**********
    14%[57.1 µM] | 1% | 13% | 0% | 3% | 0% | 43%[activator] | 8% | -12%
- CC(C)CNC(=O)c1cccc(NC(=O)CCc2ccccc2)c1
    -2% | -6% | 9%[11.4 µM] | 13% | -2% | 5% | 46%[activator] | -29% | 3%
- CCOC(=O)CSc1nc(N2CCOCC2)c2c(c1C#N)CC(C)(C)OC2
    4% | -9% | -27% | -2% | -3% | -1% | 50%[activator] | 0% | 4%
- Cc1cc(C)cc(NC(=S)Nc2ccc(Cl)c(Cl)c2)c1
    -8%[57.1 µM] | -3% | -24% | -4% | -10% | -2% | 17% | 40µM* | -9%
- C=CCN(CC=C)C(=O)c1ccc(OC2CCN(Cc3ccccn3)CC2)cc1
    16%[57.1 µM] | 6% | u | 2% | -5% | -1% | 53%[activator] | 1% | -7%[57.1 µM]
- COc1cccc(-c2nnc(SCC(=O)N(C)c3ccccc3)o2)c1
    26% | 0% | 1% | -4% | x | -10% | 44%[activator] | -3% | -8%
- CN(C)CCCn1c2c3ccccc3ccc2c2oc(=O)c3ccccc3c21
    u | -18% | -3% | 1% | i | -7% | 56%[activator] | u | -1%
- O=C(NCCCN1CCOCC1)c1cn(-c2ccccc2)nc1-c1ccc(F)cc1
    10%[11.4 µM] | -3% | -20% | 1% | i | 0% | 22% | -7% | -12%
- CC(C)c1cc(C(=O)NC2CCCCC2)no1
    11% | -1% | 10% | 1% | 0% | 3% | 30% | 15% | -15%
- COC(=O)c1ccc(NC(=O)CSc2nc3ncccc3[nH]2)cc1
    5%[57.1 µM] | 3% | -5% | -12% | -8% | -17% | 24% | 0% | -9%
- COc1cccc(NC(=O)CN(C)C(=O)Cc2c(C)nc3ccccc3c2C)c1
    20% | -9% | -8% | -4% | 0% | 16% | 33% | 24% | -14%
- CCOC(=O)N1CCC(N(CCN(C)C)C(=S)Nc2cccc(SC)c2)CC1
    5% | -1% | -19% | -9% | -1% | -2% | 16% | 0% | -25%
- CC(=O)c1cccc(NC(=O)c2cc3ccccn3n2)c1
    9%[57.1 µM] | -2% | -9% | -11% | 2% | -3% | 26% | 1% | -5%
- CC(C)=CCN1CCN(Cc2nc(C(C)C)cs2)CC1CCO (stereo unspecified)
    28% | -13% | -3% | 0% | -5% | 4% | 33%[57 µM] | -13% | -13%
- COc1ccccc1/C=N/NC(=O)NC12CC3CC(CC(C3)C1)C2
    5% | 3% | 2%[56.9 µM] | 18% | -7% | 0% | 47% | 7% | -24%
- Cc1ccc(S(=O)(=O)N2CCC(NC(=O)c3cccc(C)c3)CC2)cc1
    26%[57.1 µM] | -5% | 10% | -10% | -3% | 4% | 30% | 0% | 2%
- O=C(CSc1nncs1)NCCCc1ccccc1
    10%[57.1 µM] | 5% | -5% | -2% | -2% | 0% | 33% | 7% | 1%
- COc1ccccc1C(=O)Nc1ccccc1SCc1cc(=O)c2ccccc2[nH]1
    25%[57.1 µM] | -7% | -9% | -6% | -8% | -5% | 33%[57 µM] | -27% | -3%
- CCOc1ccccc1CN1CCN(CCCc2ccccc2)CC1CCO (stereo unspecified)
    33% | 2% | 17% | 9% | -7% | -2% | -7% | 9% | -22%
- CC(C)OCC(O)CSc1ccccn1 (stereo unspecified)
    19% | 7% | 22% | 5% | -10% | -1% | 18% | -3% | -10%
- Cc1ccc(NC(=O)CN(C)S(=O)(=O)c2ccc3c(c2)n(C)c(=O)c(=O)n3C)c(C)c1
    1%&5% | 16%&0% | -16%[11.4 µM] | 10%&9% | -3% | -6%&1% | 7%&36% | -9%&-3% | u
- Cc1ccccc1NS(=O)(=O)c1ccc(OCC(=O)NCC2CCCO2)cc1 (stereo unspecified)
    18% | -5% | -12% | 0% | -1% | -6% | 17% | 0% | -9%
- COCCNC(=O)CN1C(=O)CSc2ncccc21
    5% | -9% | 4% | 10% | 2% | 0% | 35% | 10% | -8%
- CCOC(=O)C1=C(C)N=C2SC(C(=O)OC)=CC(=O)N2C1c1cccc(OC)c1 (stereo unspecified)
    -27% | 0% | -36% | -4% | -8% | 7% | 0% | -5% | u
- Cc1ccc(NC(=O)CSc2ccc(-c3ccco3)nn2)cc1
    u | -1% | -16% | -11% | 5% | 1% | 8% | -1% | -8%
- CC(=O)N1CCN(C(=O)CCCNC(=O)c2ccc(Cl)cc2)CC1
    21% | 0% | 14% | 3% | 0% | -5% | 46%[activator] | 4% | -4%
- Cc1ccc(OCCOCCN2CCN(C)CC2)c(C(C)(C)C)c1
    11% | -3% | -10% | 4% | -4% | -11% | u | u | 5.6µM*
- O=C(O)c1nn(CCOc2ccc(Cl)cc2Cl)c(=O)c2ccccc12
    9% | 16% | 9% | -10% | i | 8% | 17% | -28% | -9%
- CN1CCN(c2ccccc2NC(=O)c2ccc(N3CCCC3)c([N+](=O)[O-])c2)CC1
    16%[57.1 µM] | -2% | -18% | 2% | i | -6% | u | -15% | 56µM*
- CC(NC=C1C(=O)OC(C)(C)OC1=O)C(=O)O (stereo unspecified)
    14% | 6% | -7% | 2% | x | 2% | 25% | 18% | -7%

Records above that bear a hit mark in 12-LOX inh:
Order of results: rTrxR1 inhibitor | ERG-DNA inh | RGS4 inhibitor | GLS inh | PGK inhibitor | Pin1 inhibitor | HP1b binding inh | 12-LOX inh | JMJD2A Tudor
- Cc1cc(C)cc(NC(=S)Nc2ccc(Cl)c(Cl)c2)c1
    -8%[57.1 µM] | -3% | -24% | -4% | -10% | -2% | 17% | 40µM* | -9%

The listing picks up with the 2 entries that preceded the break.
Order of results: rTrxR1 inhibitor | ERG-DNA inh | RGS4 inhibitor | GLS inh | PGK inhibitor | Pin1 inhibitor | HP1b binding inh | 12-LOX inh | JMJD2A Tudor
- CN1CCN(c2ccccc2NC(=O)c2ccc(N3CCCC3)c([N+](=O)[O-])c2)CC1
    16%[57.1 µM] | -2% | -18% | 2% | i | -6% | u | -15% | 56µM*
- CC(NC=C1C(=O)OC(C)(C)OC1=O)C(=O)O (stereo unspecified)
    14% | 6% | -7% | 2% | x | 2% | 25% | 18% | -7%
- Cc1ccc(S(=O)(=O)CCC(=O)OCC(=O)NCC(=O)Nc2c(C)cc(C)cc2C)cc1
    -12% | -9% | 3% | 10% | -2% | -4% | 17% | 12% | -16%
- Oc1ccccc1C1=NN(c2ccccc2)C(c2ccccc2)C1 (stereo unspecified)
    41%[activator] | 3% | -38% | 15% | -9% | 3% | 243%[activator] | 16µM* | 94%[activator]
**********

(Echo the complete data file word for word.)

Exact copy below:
    14%[57.1 µM] | 1% | 13% | 0% | 3% | 0% | 43%[activator] | 8% | -12%
- CC(C)CNC(=O)c1cccc(NC(=O)CCc2ccccc2)c1
    -2% | -6% | 9%[11.4 µM] | 13% | -2% | 5% | 46%[activator] | -29% | 3%
- CCOC(=O)CSc1nc(N2CCOCC2)c2c(c1C#N)CC(C)(C)OC2
    4% | -9% | -27% | -2% | -3% | -1% | 50%[activator] | 0% | 4%
- Cc1cc(C)cc(NC(=S)Nc2ccc(Cl)c(Cl)c2)c1
    -8%[57.1 µM] | -3% | -24% | -4% | -10% | -2% | 17% | 40µM* | -9%
- C=CCN(CC=C)C(=O)c1ccc(OC2CCN(Cc3ccccn3)CC2)cc1
    16%[57.1 µM] | 6% | u | 2% | -5% | -1% | 53%[activator] | 1% | -7%[57.1 µM]
- COc1cccc(-c2nnc(SCC(=O)N(C)c3ccccc3)o2)c1
    26% | 0% | 1% | -4% | x | -10% | 44%[activator] | -3% | -8%
- CN(C)CCCn1c2c3ccccc3ccc2c2oc(=O)c3ccccc3c21
    u | -18% | -3% | 1% | i | -7% | 56%[activator] | u | -1%
- O=C(NCCCN1CCOCC1)c1cn(-c2ccccc2)nc1-c1ccc(F)cc1
    10%[11.4 µM] | -3% | -20% | 1% | i | 0% | 22% | -7% | -12%
- CC(C)c1cc(C(=O)NC2CCCCC2)no1
    11% | -1% | 10% | 1% | 0% | 3% | 30% | 15% | -15%
- COC(=O)c1ccc(NC(=O)CSc2nc3ncccc3[nH]2)cc1
    5%[57.1 µM] | 3% | -5% | -12% | -8% | -17% | 24% | 0% | -9%
- COc1cccc(NC(=O)CN(C)C(=O)Cc2c(C)nc3ccccc3c2C)c1
    20% | -9% | -8% | -4% | 0% | 16% | 33% | 24% | -14%
- CCOC(=O)N1CCC(N(CCN(C)C)C(=S)Nc2cccc(SC)c2)CC1
    5% | -1% | -19% | -9% | -1% | -2% | 16% | 0% | -25%
- CC(=O)c1cccc(NC(=O)c2cc3ccccn3n2)c1
    9%[57.1 µM] | -2% | -9% | -11% | 2% | -3% | 26% | 1% | -5%
- CC(C)=CCN1CCN(Cc2nc(C(C)C)cs2)CC1CCO (stereo unspecified)
    28% | -13% | -3% | 0% | -5% | 4% | 33%[57 µM] | -13% | -13%
- COc1ccccc1/C=N/NC(=O)NC12CC3CC(CC(C3)C1)C2
    5% | 3% | 2%[56.9 µM] | 18% | -7% | 0% | 47% | 7% | -24%
- Cc1ccc(S(=O)(=O)N2CCC(NC(=O)c3cccc(C)c3)CC2)cc1
    26%[57.1 µM] | -5% | 10% | -10% | -3% | 4% | 30% | 0% | 2%
- O=C(CSc1nncs1)NCCCc1ccccc1
    10%[57.1 µM] | 5% | -5% | -2% | -2% | 0% | 33% | 7% | 1%
- COc1ccccc1C(=O)Nc1ccccc1SCc1cc(=O)c2ccccc2[nH]1
    25%[57.1 µM] | -7% | -9% | -6% | -8% | -5% | 33%[57 µM] | -27% | -3%
- CCOc1ccccc1CN1CCN(CCCc2ccccc2)CC1CCO (stereo unspecified)
    33% | 2% | 17% | 9% | -7% | -2% | -7% | 9% | -22%
- CC(C)OCC(O)CSc1ccccn1 (stereo unspecified)
    19% | 7% | 22% | 5% | -10% | -1% | 18% | -3% | -10%
- Cc1ccc(NC(=O)CN(C)S(=O)(=O)c2ccc3c(c2)n(C)c(=O)c(=O)n3C)c(C)c1
    1%&5% | 16%&0% | -16%[11.4 µM] | 10%&9% | -3% | -6%&1% | 7%&36% | -9%&-3% | u
- Cc1ccccc1NS(=O)(=O)c1ccc(OCC(=O)NCC2CCCO2)cc1 (stereo unspecified)
    18% | -5% | -12% | 0% | -1% | -6% | 17% | 0% | -9%
- COCCNC(=O)CN1C(=O)CSc2ncccc21
    5% | -9% | 4% | 10% | 2% | 0% | 35% | 10% | -8%
- CCOC(=O)C1=C(C)N=C2SC(C(=O)OC)=CC(=O)N2C1c1cccc(OC)c1 (stereo unspecified)
    -27% | 0% | -36% | -4% | -8% | 7% | 0% | -5% | u
- Cc1ccc(NC(=O)CSc2ccc(-c3ccco3)nn2)cc1
    u | -1% | -16% | -11% | 5% | 1% | 8% | -1% | -8%
- CC(=O)N1CCN(C(=O)CCCNC(=O)c2ccc(Cl)cc2)CC1
    21% | 0% | 14% | 3% | 0% | -5% | 46%[activator] | 4% | -4%
- Cc1ccc(OCCOCCN2CCN(C)CC2)c(C(C)(C)C)c1
    11% | -3% | -10% | 4% | -4% | -11% | u | u | 5.6µM*
- O=C(O)c1nn(CCOc2ccc(Cl)cc2Cl)c(=O)c2ccccc12
    9% | 16% | 9% | -10% | i | 8% | 17% | -28% | -9%
- CN1CCN(c2ccccc2NC(=O)c2ccc(N3CCCC3)c([N+](=O)[O-])c2)CC1
    16%[57.1 µM] | -2% | -18% | 2% | i | -6% | u | -15% | 56µM*
- CC(NC=C1C(=O)OC(C)(C)OC1=O)C(=O)O (stereo unspecified)
    14% | 6% | -7% | 2% | x | 2% | 25% | 18% | -7%

Records above that bear a hit mark in 12-LOX inh:
Order of results: rTrxR1 inhibitor | ERG-DNA inh | RGS4 inhibitor | GLS inh | PGK inhibitor | Pin1 inhibitor | HP1b binding inh | 12-LOX inh | JMJD2A Tudor
- Cc1cc(C)cc(NC(=S)Nc2ccc(Cl)c(Cl)c2)c1
    -8%[57.1 µM] | -3% | -24% | -4% | -10% | -2% | 17% | 40µM* | -9%

The listing picks up with the 2 entries that preceded the break.
Order of results: rTrxR1 inhibitor | ERG-DNA inh | RGS4 inhibitor | GLS inh | PGK inhibitor | Pin1 inhibitor | HP1b binding inh | 12-LOX inh | JMJD2A Tudor
- CN1CCN(c2ccccc2NC(=O)c2ccc(N3CCCC3)c([N+](=O)[O-])c2)CC1
    16%[57.1 µM] | -2% | -18% | 2% | i | -6% | u | -15% | 56µM*
- CC(NC=C1C(=O)OC(C)(C)OC1=O)C(=O)O (stereo unspecified)
    14% | 6% | -7% | 2% | x | 2% | 25% | 18% | -7%
- Cc1ccc(S(=O)(=O)CCC(=O)OCC(=O)NCC(=O)Nc2c(C)cc(C)cc2C)cc1
    -12% | -9% | 3% | 10% | -2% | -4% | 17% | 12% | -16%
- Oc1ccccc1C1=NN(c2ccccc2)C(c2ccccc2)C1 (stereo unspecified)
    41%[activator] | 3% | -38% | 15% | -9% | 3% | 243%[activator] | 16µM* | 94%[activator]